Kingsman: The Secret Service

Director: Matthew Vaughn

Starring: Colin Firth, Samuel L. Jackson, Michael Caine, Mark Strong, Mark Hamill, Taron Egerton, Sofia Boutella

Rated: R (sequences of strong violence, language and some sexual content)

A spy organization recruits an unrefined, but promising street kid into the agency’s ultra-competitive training program, just as a global threat emerges from a twisted tech genius.

 

Kingsman: The Secret Service

By Matt Greene

Kingsman deserves better than listing comparisons of it to other films. So let me get it out of the way: Imagine a cartoonier Bond film, influenced by Edgar Wright’s brainy editing, with Wanted’s unabashed silliness, Kill Bill’s oddly gorgeous violence, and Guardians of the Galaxy-style comic book humor and you begin to get the picture. Above all, it’s an absolute blast of pure movie fun. Boasting a great cast of perfectly matched characters and actors, kinetic scifi action choreography, and tons of slyly intentional silliness, Kingsman is funny, ultra-violent, and bursting with vibrant color.

The Kingsman is a secret British organization that combats against the biggest of Earth’s threats currently looking to replace one of its most recent lost members. Its structure has the skin of the ubiquitous YA-novel-turned-film genre, only much rougher. With director Vaughn at the helm, my fear was that Kingsman would be similar to many of his recent efforts: an interesting but ultimately sad miss. Blatant product placement and a couple too-clever-for-its-own-good jokes aside, this is happily not the case. Led by the classy and surprisingly action-inclined Firth as the elder statesmen of the group, the movie chugs along with inspired verve.

It’s also really smart. Themes like the presumptuous danger of playing God and personal honor vs. public persona bring just enough moral complexity to put it above films of its type. However, the boldly big goofiness that propels the film is never far from sight. Kingsman is a super smart action thriller that won’t disappoint anyone wise enough to skip 50 Shades of Grey.

Rating: 4.5 out of 5 stars

 

Kingsman: The Secret Service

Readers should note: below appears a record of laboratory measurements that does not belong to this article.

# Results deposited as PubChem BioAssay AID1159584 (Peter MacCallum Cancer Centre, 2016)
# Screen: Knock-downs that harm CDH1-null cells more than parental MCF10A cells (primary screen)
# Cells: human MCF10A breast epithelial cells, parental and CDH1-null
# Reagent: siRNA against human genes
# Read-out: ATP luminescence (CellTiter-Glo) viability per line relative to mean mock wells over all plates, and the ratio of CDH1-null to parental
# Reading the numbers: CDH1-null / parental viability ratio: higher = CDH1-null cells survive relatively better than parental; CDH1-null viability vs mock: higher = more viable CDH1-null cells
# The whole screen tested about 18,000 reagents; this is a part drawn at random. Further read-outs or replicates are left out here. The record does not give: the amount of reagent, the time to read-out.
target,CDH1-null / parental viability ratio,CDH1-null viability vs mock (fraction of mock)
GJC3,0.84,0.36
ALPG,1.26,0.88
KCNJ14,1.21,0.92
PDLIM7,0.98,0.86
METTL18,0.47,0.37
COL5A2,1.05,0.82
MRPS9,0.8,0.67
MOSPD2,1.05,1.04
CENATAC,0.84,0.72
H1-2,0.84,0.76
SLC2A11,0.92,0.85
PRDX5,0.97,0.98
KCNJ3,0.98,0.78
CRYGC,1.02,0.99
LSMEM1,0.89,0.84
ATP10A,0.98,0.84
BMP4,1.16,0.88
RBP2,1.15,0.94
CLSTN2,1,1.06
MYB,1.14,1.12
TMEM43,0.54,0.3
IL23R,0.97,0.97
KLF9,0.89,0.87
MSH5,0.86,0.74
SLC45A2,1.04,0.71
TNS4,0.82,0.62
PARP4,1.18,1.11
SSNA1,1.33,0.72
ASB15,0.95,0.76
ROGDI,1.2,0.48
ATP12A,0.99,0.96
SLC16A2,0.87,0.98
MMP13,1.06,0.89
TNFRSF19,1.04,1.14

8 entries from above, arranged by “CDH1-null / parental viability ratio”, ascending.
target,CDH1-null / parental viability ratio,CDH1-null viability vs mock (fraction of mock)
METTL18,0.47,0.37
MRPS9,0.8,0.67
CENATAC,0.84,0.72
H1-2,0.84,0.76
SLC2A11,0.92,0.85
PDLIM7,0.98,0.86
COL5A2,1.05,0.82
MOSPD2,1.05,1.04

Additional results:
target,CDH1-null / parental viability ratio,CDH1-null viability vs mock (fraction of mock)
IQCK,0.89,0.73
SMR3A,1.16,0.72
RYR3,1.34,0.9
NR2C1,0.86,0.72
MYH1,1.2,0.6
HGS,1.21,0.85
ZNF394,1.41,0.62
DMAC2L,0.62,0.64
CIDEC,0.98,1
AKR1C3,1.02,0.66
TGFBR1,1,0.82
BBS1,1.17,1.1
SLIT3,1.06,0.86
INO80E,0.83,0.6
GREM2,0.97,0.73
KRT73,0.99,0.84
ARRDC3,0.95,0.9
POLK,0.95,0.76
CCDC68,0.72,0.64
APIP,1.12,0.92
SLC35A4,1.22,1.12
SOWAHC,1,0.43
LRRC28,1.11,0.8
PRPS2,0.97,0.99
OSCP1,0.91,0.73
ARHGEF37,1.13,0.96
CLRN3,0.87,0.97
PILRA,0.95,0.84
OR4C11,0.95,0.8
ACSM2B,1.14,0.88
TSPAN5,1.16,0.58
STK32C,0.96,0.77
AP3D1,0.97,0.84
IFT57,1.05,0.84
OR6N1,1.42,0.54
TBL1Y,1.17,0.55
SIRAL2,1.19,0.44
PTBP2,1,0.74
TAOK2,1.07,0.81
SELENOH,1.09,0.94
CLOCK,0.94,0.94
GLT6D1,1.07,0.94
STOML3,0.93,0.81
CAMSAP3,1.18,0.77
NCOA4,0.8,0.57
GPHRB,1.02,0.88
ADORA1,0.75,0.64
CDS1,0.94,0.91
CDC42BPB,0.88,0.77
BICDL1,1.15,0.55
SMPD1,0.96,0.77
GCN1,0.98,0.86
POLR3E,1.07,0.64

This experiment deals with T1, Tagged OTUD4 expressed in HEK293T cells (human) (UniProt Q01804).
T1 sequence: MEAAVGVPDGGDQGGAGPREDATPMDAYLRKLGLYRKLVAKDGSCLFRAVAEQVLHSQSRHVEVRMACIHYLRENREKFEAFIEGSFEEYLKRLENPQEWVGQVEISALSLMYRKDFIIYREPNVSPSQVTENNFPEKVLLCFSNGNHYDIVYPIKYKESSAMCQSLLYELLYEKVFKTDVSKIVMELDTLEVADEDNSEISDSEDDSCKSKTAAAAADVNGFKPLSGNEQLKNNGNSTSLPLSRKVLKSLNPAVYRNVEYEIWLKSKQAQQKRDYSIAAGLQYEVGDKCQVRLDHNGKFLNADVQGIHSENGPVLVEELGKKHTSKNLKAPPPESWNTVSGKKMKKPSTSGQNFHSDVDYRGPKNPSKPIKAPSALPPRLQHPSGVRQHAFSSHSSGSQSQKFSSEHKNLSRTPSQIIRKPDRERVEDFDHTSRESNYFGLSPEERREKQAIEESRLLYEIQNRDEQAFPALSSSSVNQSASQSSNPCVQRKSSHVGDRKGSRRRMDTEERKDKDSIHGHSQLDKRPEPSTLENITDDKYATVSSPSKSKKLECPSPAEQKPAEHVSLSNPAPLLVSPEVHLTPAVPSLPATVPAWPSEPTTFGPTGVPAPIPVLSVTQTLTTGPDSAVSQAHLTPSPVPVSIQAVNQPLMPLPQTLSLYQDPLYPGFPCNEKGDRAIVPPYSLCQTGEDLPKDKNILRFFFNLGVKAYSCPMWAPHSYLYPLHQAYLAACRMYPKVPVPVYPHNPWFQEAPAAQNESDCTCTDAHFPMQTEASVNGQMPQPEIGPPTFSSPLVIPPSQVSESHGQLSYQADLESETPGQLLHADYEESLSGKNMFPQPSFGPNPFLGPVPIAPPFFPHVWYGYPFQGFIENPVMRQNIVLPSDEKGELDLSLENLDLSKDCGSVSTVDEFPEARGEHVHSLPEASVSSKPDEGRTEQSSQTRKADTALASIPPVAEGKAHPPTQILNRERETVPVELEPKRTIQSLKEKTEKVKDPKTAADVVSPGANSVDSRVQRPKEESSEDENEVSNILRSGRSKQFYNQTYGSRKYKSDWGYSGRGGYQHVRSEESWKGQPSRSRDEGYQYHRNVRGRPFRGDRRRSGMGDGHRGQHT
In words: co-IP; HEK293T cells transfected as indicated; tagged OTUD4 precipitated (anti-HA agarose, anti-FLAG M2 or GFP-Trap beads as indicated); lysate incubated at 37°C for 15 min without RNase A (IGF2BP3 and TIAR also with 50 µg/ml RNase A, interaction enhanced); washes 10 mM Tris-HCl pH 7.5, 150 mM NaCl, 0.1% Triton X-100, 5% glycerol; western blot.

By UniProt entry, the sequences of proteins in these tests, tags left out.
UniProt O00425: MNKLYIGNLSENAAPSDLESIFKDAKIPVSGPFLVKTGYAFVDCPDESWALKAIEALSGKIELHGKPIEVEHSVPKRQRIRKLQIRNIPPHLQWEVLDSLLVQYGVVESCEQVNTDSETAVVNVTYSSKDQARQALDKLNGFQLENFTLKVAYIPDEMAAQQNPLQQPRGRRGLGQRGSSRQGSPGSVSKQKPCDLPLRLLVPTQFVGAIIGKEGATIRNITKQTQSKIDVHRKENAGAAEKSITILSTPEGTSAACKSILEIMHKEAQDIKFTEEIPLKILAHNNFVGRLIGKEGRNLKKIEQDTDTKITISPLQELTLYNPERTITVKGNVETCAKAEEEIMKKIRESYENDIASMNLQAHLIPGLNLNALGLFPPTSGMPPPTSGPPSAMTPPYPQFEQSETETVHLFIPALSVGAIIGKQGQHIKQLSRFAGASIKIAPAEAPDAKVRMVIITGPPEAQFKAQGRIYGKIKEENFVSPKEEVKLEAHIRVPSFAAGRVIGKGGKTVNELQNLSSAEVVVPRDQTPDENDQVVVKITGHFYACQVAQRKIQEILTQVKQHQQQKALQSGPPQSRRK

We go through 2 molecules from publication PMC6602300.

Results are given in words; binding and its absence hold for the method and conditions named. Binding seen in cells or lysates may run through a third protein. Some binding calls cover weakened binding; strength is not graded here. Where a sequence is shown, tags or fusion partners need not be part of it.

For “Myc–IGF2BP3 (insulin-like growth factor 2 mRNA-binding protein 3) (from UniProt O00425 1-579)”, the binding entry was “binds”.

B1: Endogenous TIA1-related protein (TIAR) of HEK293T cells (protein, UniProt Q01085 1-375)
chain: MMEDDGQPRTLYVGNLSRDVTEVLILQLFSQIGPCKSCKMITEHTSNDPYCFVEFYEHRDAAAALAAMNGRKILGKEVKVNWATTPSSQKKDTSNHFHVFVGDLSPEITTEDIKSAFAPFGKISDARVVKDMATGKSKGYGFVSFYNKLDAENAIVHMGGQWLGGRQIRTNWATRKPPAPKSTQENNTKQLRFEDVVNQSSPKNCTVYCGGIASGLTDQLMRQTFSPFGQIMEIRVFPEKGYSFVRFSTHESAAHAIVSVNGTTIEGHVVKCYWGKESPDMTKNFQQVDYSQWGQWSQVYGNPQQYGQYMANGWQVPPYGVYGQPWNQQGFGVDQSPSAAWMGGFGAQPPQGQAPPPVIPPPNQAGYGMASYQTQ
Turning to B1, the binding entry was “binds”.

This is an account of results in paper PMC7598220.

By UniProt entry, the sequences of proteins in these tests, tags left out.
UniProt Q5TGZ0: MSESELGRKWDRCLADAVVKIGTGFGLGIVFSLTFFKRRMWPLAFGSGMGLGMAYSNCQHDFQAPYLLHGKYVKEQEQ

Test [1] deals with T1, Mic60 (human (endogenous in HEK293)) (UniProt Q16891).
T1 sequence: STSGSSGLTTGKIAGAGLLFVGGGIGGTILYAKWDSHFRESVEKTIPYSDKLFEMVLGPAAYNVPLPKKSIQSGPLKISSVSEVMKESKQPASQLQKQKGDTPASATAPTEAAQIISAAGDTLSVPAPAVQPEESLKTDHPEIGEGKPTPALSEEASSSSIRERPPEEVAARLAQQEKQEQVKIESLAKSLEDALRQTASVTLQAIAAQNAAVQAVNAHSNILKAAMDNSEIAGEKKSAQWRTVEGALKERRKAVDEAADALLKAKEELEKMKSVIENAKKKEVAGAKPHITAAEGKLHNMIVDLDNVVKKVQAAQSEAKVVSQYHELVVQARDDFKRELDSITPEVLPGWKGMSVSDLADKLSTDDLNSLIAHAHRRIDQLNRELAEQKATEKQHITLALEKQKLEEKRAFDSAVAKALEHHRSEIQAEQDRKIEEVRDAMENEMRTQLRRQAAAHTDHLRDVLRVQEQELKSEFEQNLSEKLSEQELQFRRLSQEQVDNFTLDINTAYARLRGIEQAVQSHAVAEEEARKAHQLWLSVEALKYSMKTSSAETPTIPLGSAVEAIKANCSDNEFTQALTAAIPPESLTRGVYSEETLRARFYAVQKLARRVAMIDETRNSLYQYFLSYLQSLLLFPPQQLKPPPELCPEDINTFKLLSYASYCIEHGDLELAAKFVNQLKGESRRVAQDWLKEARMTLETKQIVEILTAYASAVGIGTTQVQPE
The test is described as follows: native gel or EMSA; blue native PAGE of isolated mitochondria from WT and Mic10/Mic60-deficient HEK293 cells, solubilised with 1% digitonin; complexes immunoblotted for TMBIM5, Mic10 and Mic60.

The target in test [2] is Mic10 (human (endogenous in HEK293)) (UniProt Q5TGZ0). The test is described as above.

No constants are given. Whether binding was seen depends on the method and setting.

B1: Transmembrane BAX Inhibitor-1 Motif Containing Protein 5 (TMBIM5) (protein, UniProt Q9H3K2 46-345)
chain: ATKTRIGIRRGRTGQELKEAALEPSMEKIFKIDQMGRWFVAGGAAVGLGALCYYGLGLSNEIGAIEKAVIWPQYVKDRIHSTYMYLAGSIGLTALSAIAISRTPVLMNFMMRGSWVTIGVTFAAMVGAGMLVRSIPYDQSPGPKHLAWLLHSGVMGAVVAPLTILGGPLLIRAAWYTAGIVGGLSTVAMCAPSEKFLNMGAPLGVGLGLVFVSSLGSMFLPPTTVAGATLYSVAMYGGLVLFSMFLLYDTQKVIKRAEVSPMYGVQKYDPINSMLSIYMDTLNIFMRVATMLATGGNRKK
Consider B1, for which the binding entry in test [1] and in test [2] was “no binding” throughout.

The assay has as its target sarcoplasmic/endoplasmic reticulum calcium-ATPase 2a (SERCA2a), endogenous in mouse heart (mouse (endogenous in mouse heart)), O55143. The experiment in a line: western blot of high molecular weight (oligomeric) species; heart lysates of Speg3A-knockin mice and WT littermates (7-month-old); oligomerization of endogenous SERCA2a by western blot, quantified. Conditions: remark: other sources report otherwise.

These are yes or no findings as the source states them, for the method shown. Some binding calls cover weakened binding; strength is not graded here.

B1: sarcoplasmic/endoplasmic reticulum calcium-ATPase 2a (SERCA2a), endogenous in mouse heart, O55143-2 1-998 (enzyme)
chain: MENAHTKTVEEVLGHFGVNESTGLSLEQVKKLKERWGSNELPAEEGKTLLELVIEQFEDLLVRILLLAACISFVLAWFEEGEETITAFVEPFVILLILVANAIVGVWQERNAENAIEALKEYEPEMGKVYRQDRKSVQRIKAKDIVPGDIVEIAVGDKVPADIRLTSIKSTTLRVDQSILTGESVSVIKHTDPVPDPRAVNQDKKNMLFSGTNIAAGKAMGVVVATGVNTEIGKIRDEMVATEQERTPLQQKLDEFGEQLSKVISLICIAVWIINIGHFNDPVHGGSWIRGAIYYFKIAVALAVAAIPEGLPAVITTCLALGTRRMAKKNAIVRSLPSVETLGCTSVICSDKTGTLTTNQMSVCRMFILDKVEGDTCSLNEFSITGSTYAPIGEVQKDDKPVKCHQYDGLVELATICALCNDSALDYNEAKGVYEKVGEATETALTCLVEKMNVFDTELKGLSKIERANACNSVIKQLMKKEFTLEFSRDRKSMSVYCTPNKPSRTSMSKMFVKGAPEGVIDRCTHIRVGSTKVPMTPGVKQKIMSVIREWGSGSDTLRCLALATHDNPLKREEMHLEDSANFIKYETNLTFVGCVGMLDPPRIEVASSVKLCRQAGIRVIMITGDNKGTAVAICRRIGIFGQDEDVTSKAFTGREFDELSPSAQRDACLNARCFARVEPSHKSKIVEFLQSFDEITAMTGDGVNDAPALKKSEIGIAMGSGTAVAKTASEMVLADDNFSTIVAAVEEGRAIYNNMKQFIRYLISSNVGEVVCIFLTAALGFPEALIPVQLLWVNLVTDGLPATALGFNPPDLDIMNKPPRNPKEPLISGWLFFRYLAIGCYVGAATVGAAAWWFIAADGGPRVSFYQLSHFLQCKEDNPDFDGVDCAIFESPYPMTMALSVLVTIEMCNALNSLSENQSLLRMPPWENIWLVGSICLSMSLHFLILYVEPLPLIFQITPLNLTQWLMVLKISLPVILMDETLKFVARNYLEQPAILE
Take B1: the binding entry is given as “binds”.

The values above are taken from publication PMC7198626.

By Cole Schneider

“Kingsman” is a blast. With “Avengers 2”, “Star Wars 7” and a host of other giant blockbusters set to be released later this year, there’s a great chance that this will be my favorite of the year. The combination of constant action, offbeat humor, inventive storytelling, sleek style, and surprising substance pummels the audience into a stunned awe. It’s rare for a movie to be this much fun, and especially rare to be this smart at the same time.

Think of “Kingsman” as Tarantino’s “Bond” film or Wes Craven’s popcorn spy flick. It’s hyper-violent and oozes cool, but it knows exactly what it is doing and comments on its own excess in the midst of fulfilling its own genre tropes and delivering big meta-movie lines. One minute there’s a brilliant action set piece inside a church and the next minute there’s the most frank, poignant discussion of remote military ethics that’s I’ve seen in film.

The tendencies of this kind of movie allow for us to easily let our guard down such that when a cartoon character like the one played by Samuel L. Jackson delivers a quick quip about something intensely serious we don’t bat an eye. It becomes so effective because of the tone presented before and after. There are many of these moments throughout “Kingsman”

I’d rather it would have ended a couple seconds before it did and would have liked to see some of the visual language match up with the subtext a little more; “Kingsman” isn’t perfect, but most of its flaws become endearing and the whole of the film is downright entertaining.

Rating: 4.5 out of 5 stars

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